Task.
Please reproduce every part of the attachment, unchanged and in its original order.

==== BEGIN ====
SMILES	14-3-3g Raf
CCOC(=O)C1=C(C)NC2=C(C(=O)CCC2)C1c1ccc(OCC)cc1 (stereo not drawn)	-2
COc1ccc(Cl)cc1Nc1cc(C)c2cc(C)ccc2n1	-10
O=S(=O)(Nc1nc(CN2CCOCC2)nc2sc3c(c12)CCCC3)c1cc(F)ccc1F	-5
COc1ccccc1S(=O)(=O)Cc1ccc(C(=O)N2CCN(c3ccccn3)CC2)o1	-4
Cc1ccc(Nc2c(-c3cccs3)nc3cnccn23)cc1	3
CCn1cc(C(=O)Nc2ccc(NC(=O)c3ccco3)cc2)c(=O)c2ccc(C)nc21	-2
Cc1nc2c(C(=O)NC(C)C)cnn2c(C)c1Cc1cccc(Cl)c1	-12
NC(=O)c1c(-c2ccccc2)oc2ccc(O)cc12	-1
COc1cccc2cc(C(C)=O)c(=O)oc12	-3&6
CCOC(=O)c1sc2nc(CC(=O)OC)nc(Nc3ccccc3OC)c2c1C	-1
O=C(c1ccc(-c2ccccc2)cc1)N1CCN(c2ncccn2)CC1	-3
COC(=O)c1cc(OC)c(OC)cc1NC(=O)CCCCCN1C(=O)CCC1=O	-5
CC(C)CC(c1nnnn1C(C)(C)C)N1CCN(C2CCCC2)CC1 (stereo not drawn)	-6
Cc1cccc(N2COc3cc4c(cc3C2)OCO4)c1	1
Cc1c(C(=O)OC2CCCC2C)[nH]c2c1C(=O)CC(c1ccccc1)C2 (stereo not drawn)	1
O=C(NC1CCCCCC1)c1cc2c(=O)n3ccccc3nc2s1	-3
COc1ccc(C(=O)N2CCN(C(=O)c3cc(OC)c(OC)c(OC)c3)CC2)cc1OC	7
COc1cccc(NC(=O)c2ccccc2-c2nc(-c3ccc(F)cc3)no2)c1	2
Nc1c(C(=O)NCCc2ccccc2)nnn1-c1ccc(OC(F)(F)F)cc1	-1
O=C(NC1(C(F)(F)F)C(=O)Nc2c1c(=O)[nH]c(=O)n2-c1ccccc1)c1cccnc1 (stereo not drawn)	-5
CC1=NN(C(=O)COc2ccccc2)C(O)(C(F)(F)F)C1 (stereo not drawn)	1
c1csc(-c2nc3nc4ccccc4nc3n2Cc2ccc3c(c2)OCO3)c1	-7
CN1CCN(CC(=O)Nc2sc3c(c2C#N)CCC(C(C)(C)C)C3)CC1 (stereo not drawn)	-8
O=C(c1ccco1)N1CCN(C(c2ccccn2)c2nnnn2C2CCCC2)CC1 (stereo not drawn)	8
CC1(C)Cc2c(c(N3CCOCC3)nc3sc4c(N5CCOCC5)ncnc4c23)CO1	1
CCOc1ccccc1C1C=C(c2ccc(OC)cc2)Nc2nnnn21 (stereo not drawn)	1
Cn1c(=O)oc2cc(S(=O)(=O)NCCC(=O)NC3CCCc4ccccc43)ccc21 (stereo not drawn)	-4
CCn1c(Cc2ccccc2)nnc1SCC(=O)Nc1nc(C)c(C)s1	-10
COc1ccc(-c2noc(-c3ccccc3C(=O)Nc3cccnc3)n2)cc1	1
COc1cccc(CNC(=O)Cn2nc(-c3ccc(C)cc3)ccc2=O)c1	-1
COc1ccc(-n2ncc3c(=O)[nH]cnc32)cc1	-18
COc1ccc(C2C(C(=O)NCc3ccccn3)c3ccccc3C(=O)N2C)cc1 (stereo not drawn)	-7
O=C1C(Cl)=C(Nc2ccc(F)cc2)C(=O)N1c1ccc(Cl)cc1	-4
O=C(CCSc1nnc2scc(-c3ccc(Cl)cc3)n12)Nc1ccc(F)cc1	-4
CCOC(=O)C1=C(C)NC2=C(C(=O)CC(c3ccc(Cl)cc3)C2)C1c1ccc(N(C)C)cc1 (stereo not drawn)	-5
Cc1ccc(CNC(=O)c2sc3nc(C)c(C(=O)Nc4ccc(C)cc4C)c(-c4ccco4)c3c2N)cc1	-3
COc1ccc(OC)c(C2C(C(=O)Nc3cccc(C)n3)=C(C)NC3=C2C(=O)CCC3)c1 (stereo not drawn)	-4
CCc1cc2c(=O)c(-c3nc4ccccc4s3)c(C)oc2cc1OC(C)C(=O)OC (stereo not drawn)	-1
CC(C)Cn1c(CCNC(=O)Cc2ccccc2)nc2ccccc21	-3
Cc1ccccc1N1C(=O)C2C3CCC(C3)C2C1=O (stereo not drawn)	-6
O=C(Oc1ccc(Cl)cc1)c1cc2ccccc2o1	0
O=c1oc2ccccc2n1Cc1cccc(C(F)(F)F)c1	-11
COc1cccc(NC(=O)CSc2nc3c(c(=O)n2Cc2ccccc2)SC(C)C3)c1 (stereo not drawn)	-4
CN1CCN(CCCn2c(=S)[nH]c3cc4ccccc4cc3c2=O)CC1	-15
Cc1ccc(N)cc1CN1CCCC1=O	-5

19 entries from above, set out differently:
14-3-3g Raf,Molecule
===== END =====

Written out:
SMILES	14-3-3g Raf
CCOC(=O)C1=C(C)NC2=C(C(=O)CCC2)C1c1ccc(OCC)cc1 (stereo not drawn)	-2
COc1ccc(Cl)cc1Nc1cc(C)c2cc(C)ccc2n1	-10
O=S(=O)(Nc1nc(CN2CCOCC2)nc2sc3c(c12)CCCC3)c1cc(F)ccc1F	-5
COc1ccccc1S(=O)(=O)Cc1ccc(C(=O)N2CCN(c3ccccn3)CC2)o1	-4
Cc1ccc(Nc2c(-c3cccs3)nc3cnccn23)cc1	3
CCn1cc(C(=O)Nc2ccc(NC(=O)c3ccco3)cc2)c(=O)c2ccc(C)nc21	-2
Cc1nc2c(C(=O)NC(C)C)cnn2c(C)c1Cc1cccc(Cl)c1	-12
NC(=O)c1c(-c2ccccc2)oc2ccc(O)cc12	-1
COc1cccc2cc(C(C)=O)c(=O)oc12	-3&6
CCOC(=O)c1sc2nc(CC(=O)OC)nc(Nc3ccccc3OC)c2c1C	-1
O=C(c1ccc(-c2ccccc2)cc1)N1CCN(c2ncccn2)CC1	-3
COC(=O)c1cc(OC)c(OC)cc1NC(=O)CCCCCN1C(=O)CCC1=O	-5
CC(C)CC(c1nnnn1C(C)(C)C)N1CCN(C2CCCC2)CC1 (stereo not drawn)	-6
Cc1cccc(N2COc3cc4c(cc3C2)OCO4)c1	1
Cc1c(C(=O)OC2CCCC2C)[nH]c2c1C(=O)CC(c1ccccc1)C2 (stereo not drawn)	1
O=C(NC1CCCCCC1)c1cc2c(=O)n3ccccc3nc2s1	-3
COc1ccc(C(=O)N2CCN(C(=O)c3cc(OC)c(OC)c(OC)c3)CC2)cc1OC	7
COc1cccc(NC(=O)c2ccccc2-c2nc(-c3ccc(F)cc3)no2)c1	2
Nc1c(C(=O)NCCc2ccccc2)nnn1-c1ccc(OC(F)(F)F)cc1	-1
O=C(NC1(C(F)(F)F)C(=O)Nc2c1c(=O)[nH]c(=O)n2-c1ccccc1)c1cccnc1 (stereo not drawn)	-5
CC1=NN(C(=O)COc2ccccc2)C(O)(C(F)(F)F)C1 (stereo not drawn)	1
c1csc(-c2nc3nc4ccccc4nc3n2Cc2ccc3c(c2)OCO3)c1	-7
CN1CCN(CC(=O)Nc2sc3c(c2C#N)CCC(C(C)(C)C)C3)CC1 (stereo not drawn)	-8
O=C(c1ccco1)N1CCN(C(c2ccccn2)c2nnnn2C2CCCC2)CC1 (stereo not drawn)	8
CC1(C)Cc2c(c(N3CCOCC3)nc3sc4c(N5CCOCC5)ncnc4c23)CO1	1
CCOc1ccccc1C1C=C(c2ccc(OC)cc2)Nc2nnnn21 (stereo not drawn)	1
Cn1c(=O)oc2cc(S(=O)(=O)NCCC(=O)NC3CCCc4ccccc43)ccc21 (stereo not drawn)	-4
CCn1c(Cc2ccccc2)nnc1SCC(=O)Nc1nc(C)c(C)s1	-10
COc1ccc(-c2noc(-c3ccccc3C(=O)Nc3cccnc3)n2)cc1	1
COc1cccc(CNC(=O)Cn2nc(-c3ccc(C)cc3)ccc2=O)c1	-1
COc1ccc(-n2ncc3c(=O)[nH]cnc32)cc1	-18
COc1ccc(C2C(C(=O)NCc3ccccn3)c3ccccc3C(=O)N2C)cc1 (stereo not drawn)	-7
O=C1C(Cl)=C(Nc2ccc(F)cc2)C(=O)N1c1ccc(Cl)cc1	-4
O=C(CCSc1nnc2scc(-c3ccc(Cl)cc3)n12)Nc1ccc(F)cc1	-4
CCOC(=O)C1=C(C)NC2=C(C(=O)CC(c3ccc(Cl)cc3)C2)C1c1ccc(N(C)C)cc1 (stereo not drawn)	-5
Cc1ccc(CNC(=O)c2sc3nc(C)c(C(=O)Nc4ccc(C)cc4C)c(-c4ccco4)c3c2N)cc1	-3
COc1ccc(OC)c(C2C(C(=O)Nc3cccc(C)n3)=C(C)NC3=C2C(=O)CCC3)c1 (stereo not drawn)	-4
CCc1cc2c(=O)c(-c3nc4ccccc4s3)c(C)oc2cc1OC(C)C(=O)OC (stereo not drawn)	-1
CC(C)Cn1c(CCNC(=O)Cc2ccccc2)nc2ccccc21	-3
Cc1ccccc1N1C(=O)C2C3CCC(C3)C2C1=O (stereo not drawn)	-6
O=C(Oc1ccc(Cl)cc1)c1cc2ccccc2o1	0
O=c1oc2ccccc2n1Cc1cccc(C(F)(F)F)c1	-11
COc1cccc(NC(=O)CSc2nc3c(c(=O)n2Cc2ccccc2)SC(C)C3)c1 (stereo not drawn)	-4
CN1CCN(CCCn2c(=S)[nH]c3cc4ccccc4cc3c2=O)CC1	-15
Cc1ccc(N)cc1CN1CCCC1=O	-5

19 entries from above, set out differently:
14-3-3g Raf,Molecule